First of all, she is not the one who decides if the Will is valid... the probate judge gets to do that. Secondly, she doesn't have the right to change the Will. With that said, she has every right to contest the Will, but she will need to hire an attorney and do it in court. Talk to the attorney who is handling the probate.
First, I am a NY attorney and cannot advise you as to your state's laws. I can, however, give you certain general information that may be helpful. If your mother did indeed wish to give her interest in the business to an employee, she was free to do so. Your posting suggests, however, that she did not do so. That is the beginning, the middle, and the end of this story.
That your mother may have misled certain persons as to what was in her will does not, as a legal matter, bind her in any way, with the possible exception that there may possibly be a claim in what is called promissory estoppel. The facts in your posting are not sufficiently detailed to allow any of us here on avvo to determine whether such a claim would be even arguably viable.
You should understand, however, that the only persons who can contest a will are persons who are either (a) named as a beneficiary in a prior will of the same decedent, or (b) a person who would be entitled to share in the estate if there were no will (such a person is known as a "distributee").
But let's call a spade a spade. One man's "threat" is another man's promise. Your mother may have threatened to disinherit various family members, but in doing so, it sounds as though she also made promises to certain persons. Whether such promises are actionable in any way cannot be determined by your posting.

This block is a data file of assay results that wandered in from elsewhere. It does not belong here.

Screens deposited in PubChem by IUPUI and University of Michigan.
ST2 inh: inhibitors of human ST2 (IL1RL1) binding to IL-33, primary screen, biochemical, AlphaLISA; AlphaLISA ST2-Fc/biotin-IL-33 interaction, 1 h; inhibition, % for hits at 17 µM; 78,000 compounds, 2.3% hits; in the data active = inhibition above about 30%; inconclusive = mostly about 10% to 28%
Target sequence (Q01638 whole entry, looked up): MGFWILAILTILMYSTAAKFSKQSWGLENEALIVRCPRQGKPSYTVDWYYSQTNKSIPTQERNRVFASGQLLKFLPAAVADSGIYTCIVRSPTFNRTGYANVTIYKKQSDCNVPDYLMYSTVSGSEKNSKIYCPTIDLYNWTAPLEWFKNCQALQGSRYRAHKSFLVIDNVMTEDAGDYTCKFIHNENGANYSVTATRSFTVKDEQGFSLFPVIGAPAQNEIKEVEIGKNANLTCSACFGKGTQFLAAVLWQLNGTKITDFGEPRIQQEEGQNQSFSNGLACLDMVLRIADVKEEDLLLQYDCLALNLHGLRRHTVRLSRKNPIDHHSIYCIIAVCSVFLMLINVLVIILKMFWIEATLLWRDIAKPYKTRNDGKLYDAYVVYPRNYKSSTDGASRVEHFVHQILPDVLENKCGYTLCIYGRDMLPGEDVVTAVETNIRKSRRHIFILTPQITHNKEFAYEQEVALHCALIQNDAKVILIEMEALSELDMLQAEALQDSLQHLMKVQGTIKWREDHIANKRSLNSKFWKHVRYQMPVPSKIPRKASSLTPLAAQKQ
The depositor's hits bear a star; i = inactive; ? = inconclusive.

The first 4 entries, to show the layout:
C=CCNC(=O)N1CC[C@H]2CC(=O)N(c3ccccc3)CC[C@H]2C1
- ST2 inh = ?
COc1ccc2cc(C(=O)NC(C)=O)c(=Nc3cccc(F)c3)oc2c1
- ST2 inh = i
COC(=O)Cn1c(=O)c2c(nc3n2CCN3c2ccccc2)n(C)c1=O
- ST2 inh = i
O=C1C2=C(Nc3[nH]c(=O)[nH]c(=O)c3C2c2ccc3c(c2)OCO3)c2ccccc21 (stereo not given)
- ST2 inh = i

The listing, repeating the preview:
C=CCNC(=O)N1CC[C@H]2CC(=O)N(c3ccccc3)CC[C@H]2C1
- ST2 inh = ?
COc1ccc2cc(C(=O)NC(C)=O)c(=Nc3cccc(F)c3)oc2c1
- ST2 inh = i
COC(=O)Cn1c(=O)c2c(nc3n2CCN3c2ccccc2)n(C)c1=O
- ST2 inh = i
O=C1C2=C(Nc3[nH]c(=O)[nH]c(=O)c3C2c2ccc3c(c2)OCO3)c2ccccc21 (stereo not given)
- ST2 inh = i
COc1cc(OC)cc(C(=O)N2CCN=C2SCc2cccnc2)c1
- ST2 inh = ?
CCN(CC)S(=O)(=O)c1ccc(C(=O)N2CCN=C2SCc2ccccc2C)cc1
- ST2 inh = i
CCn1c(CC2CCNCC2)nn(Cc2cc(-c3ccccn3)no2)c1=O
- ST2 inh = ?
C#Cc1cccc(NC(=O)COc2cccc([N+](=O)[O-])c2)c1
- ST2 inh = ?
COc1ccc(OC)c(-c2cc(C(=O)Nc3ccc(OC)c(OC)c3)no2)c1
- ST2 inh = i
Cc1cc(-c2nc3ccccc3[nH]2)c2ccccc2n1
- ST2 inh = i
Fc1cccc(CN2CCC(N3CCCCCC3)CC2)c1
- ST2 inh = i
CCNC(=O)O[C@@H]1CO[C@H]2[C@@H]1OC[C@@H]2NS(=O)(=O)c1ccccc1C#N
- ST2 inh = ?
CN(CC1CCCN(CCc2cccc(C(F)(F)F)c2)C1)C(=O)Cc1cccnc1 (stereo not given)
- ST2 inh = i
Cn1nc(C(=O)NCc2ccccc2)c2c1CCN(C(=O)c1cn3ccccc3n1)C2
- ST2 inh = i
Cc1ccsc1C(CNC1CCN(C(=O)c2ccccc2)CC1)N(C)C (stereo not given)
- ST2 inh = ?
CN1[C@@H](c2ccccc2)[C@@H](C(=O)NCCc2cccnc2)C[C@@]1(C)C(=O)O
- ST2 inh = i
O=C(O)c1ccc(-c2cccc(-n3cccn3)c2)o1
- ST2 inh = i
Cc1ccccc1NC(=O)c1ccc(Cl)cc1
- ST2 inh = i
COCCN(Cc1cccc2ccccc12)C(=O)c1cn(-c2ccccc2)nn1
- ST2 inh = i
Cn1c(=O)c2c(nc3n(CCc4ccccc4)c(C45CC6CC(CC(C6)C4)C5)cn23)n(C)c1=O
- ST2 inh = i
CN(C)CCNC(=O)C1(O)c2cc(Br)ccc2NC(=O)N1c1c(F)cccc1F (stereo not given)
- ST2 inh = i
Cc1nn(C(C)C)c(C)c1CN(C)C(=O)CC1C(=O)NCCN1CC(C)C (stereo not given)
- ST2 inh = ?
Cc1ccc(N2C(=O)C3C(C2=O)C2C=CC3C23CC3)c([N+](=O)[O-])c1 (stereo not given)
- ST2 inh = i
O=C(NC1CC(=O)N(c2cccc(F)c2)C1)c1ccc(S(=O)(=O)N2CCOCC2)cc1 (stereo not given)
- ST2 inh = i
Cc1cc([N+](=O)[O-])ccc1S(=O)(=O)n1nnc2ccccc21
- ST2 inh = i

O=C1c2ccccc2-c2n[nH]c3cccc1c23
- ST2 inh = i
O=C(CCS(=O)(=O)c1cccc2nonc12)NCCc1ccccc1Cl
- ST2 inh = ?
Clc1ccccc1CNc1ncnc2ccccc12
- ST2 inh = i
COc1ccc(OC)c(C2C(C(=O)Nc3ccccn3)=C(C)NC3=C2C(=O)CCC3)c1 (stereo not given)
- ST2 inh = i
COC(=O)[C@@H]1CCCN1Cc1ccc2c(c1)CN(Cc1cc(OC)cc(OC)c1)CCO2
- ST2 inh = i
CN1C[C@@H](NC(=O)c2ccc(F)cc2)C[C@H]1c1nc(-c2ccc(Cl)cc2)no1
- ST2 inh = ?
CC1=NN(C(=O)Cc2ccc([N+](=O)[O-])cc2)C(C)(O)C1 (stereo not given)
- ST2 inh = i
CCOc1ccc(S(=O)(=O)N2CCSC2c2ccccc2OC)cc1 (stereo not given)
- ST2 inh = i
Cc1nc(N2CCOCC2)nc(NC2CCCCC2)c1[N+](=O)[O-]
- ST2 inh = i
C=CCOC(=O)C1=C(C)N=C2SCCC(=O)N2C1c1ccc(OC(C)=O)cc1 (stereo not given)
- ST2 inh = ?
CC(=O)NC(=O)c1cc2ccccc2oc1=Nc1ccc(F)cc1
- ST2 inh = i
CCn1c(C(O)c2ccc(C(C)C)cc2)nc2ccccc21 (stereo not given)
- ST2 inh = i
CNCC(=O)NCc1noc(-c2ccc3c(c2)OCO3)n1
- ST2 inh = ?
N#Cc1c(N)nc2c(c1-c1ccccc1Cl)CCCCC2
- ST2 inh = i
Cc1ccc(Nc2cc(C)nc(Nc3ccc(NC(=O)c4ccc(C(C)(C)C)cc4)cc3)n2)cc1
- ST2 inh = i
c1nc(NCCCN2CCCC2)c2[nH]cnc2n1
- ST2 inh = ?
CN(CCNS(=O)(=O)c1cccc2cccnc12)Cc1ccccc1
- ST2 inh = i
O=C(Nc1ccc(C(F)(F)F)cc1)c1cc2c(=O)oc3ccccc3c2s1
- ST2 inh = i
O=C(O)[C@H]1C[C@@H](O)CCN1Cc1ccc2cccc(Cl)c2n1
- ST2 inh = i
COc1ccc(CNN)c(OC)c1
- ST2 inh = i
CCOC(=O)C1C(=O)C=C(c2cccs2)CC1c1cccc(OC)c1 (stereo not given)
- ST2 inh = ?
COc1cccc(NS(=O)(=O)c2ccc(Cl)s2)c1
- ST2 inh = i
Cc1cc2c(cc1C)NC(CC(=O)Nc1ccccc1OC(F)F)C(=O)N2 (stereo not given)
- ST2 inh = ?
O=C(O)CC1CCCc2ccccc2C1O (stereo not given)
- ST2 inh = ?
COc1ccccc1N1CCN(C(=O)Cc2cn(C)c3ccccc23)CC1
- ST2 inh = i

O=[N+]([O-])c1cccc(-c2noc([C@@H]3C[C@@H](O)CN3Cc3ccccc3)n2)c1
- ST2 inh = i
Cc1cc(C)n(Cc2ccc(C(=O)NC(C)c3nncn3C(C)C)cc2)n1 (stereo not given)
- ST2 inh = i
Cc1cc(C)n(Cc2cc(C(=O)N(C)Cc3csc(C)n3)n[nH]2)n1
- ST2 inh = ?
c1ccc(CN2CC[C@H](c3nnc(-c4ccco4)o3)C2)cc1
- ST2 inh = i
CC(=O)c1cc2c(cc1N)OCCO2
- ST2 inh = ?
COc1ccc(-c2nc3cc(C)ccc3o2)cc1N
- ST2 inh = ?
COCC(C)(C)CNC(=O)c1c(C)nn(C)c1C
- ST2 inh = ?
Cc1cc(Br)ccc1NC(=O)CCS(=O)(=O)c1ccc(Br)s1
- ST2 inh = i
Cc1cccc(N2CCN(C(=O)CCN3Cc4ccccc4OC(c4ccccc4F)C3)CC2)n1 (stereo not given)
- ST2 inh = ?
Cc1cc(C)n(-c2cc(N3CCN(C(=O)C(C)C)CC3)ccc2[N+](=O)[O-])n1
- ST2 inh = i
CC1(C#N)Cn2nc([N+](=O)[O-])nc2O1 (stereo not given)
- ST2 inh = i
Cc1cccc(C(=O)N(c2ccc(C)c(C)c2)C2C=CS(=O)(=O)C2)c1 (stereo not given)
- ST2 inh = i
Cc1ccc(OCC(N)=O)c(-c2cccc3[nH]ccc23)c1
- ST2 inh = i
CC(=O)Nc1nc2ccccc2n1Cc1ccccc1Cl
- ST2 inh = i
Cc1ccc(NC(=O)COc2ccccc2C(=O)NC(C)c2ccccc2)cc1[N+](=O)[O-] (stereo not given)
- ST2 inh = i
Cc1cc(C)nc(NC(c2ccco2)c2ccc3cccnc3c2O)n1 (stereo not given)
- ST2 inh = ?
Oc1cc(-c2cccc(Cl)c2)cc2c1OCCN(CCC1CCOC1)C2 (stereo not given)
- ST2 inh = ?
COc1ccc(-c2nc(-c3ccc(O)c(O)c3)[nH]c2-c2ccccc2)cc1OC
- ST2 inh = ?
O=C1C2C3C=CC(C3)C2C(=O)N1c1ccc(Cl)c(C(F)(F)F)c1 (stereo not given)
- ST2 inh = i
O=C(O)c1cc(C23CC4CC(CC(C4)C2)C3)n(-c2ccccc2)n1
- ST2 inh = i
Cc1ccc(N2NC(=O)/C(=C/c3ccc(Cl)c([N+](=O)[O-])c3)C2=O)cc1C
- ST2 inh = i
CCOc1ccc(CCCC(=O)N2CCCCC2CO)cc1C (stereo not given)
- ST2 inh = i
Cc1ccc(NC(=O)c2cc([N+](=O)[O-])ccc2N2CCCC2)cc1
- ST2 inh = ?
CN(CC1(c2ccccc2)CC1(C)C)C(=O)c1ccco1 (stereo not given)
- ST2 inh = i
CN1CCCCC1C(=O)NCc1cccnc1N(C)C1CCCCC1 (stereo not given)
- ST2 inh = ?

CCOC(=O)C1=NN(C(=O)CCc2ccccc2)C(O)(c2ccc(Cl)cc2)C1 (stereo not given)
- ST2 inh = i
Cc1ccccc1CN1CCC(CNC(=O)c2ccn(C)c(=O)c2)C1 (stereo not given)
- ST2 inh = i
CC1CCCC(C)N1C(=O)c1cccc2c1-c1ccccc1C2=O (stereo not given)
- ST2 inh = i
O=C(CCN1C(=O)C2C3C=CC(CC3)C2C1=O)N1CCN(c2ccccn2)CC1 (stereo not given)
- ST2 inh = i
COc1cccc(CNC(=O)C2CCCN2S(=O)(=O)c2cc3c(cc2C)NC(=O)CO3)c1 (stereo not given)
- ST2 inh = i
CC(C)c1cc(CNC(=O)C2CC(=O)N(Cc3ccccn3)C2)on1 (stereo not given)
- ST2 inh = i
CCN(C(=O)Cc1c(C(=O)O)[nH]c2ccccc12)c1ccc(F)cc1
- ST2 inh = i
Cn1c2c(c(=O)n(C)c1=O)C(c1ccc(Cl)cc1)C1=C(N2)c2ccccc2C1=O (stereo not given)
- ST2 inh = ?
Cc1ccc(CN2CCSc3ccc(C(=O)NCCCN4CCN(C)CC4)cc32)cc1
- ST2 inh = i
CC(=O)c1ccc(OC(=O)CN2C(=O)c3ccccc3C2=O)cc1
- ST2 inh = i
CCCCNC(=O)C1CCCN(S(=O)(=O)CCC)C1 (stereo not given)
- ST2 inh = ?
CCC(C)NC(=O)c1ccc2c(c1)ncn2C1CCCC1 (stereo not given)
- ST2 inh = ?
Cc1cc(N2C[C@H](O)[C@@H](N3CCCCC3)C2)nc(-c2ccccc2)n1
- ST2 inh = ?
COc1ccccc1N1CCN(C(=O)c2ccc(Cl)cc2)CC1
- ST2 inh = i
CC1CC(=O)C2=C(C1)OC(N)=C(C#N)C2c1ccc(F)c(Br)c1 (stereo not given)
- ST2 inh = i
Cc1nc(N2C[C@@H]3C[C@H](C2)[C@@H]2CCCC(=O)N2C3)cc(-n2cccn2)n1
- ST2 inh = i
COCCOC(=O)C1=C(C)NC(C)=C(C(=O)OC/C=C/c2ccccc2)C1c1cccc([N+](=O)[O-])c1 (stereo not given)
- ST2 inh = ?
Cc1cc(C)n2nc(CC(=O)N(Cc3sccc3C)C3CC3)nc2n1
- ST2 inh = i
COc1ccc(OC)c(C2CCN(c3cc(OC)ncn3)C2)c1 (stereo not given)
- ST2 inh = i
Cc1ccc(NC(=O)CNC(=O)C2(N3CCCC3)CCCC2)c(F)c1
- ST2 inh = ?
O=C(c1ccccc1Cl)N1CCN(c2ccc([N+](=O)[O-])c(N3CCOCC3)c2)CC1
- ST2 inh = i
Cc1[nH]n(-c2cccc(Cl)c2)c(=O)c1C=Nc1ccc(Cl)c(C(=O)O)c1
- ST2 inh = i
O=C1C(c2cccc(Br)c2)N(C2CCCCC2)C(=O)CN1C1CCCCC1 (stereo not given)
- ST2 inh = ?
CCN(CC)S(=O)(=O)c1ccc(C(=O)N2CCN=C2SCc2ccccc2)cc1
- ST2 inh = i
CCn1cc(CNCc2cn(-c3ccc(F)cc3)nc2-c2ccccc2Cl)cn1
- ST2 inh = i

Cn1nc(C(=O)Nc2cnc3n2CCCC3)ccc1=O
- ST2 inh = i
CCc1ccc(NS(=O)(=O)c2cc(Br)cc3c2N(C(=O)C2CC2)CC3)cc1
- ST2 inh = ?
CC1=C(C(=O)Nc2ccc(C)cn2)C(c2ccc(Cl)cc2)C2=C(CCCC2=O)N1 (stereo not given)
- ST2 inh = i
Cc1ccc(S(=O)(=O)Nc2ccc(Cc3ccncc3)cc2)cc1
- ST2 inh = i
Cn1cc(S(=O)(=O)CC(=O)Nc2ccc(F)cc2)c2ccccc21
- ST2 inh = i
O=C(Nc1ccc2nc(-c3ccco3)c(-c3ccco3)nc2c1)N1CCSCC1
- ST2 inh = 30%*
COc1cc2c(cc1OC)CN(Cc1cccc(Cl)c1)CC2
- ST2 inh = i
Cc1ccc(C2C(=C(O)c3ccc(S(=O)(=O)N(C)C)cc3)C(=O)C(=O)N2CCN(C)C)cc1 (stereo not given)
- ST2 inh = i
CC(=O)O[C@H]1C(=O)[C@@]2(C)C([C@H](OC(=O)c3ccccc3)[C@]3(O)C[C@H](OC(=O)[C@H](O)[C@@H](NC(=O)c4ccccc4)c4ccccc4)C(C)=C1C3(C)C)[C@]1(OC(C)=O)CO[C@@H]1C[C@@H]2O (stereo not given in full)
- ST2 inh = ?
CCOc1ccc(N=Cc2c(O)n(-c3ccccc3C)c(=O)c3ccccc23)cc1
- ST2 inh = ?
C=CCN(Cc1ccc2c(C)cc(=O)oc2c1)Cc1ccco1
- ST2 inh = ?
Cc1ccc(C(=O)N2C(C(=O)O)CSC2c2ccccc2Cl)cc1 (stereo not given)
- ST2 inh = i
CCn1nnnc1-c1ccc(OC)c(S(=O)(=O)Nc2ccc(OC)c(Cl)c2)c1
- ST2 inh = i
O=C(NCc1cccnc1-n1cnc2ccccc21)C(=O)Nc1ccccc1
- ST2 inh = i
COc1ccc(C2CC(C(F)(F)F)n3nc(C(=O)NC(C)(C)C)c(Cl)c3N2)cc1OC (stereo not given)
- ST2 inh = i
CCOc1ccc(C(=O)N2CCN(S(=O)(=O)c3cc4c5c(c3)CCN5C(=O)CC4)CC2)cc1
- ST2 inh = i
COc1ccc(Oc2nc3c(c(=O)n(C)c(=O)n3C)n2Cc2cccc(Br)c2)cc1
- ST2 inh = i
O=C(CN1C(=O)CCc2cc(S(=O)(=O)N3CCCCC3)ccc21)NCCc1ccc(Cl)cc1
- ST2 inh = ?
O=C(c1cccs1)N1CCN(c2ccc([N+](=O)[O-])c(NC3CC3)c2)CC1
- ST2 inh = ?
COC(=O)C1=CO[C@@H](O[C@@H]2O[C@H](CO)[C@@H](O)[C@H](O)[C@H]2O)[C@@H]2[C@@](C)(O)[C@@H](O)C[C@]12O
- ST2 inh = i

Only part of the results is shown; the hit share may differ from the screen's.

Good luck to you.
Michael S. Haber is a New York attorney. As such, his responses to posted inquiries, such as the one above, are limited to his understanding of law in the jurisdiction in which he practices and not to any other jurisdiction. In addition, no response to any posted inquiry should be deemed to constitute legal advice, nor to constitute the existence of an attorney/client or other contractual or fiduciary relationship, inasmuch as rendering legal advice involves the ability of the attorney to ask appropriate questions of the person seeking such advice and to thus gather appropriate information. In addition, an attorney/client relationship is formed only by specific agreement. The purpose of this answer is to provide the questioner with general information, not to outline specific legal rights and remedies.